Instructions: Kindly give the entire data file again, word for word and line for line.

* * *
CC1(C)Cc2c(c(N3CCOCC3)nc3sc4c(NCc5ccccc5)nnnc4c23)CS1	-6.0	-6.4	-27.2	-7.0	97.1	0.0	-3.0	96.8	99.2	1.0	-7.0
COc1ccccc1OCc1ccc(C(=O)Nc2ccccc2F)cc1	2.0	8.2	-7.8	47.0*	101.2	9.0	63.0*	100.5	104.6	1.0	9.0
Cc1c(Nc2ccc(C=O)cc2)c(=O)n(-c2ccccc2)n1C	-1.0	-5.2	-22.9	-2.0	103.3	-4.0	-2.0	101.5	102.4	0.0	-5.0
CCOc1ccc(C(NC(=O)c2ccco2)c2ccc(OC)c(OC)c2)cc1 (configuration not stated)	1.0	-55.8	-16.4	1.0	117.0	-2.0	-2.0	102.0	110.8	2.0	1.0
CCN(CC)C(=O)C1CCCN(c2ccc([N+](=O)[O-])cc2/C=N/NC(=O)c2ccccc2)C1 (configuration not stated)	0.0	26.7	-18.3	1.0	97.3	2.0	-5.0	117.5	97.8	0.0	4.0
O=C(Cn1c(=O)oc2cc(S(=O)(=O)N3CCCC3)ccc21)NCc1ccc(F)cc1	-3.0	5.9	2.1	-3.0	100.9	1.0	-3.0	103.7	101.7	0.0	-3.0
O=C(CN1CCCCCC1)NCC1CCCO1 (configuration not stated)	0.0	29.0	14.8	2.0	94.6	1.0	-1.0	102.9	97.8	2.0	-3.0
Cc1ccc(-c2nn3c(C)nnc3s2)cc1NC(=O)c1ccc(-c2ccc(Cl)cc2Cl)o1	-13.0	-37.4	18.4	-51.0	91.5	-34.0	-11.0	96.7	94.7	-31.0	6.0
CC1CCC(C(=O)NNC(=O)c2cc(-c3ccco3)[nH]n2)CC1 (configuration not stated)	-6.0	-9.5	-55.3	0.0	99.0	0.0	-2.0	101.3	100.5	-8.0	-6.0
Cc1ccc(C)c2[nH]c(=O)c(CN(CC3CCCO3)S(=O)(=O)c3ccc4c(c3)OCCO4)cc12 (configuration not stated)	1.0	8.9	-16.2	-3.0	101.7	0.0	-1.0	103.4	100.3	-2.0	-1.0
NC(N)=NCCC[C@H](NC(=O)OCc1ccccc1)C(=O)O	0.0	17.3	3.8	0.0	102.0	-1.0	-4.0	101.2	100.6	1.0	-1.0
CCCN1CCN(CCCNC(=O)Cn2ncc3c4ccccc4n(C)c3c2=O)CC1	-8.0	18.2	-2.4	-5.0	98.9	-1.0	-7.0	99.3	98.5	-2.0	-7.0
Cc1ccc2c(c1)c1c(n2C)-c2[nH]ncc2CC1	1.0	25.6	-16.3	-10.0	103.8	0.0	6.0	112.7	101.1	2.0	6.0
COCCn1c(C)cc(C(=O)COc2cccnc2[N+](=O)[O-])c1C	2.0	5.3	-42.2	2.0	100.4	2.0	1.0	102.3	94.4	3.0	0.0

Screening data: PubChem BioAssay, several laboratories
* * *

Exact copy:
CC1(C)Cc2c(c(N3CCOCC3)nc3sc4c(NCc5ccccc5)nnnc4c23)CS1	-6.0	-6.4	-27.2	-7.0	97.1	0.0	-3.0	96.8	99.2	1.0	-7.0
COc1ccccc1OCc1ccc(C(=O)Nc2ccccc2F)cc1	2.0	8.2	-7.8	47.0*	101.2	9.0	63.0*	100.5	104.6	1.0	9.0
Cc1c(Nc2ccc(C=O)cc2)c(=O)n(-c2ccccc2)n1C	-1.0	-5.2	-22.9	-2.0	103.3	-4.0	-2.0	101.5	102.4	0.0	-5.0
CCOc1ccc(C(NC(=O)c2ccco2)c2ccc(OC)c(OC)c2)cc1 (configuration not stated)	1.0	-55.8	-16.4	1.0	117.0	-2.0	-2.0	102.0	110.8	2.0	1.0
CCN(CC)C(=O)C1CCCN(c2ccc([N+](=O)[O-])cc2/C=N/NC(=O)c2ccccc2)C1 (configuration not stated)	0.0	26.7	-18.3	1.0	97.3	2.0	-5.0	117.5	97.8	0.0	4.0
O=C(Cn1c(=O)oc2cc(S(=O)(=O)N3CCCC3)ccc21)NCc1ccc(F)cc1	-3.0	5.9	2.1	-3.0	100.9	1.0	-3.0	103.7	101.7	0.0	-3.0
O=C(CN1CCCCCC1)NCC1CCCO1 (configuration not stated)	0.0	29.0	14.8	2.0	94.6	1.0	-1.0	102.9	97.8	2.0	-3.0
Cc1ccc(-c2nn3c(C)nnc3s2)cc1NC(=O)c1ccc(-c2ccc(Cl)cc2Cl)o1	-13.0	-37.4	18.4	-51.0	91.5	-34.0	-11.0	96.7	94.7	-31.0	6.0
CC1CCC(C(=O)NNC(=O)c2cc(-c3ccco3)[nH]n2)CC1 (configuration not stated)	-6.0	-9.5	-55.3	0.0	99.0	0.0	-2.0	101.3	100.5	-8.0	-6.0
Cc1ccc(C)c2[nH]c(=O)c(CN(CC3CCCO3)S(=O)(=O)c3ccc4c(c3)OCCO4)cc12 (configuration not stated)	1.0	8.9	-16.2	-3.0	101.7	0.0	-1.0	103.4	100.3	-2.0	-1.0
NC(N)=NCCC[C@H](NC(=O)OCc1ccccc1)C(=O)O	0.0	17.3	3.8	0.0	102.0	-1.0	-4.0	101.2	100.6	1.0	-1.0
CCCN1CCN(CCCNC(=O)Cn2ncc3c4ccccc4n(C)c3c2=O)CC1	-8.0	18.2	-2.4	-5.0	98.9	-1.0	-7.0	99.3	98.5	-2.0	-7.0
Cc1ccc2c(c1)c1c(n2C)-c2[nH]ncc2CC1	1.0	25.6	-16.3	-10.0	103.8	0.0	6.0	112.7	101.1	2.0	6.0
COCCn1c(C)cc(C(=O)COc2cccnc2[N+](=O)[O-])c1C	2.0	5.3	-42.2	2.0	100.4	2.0	1.0	102.3	94.4	3.0	0.0

Screening data: PubChem BioAssay, several laboratories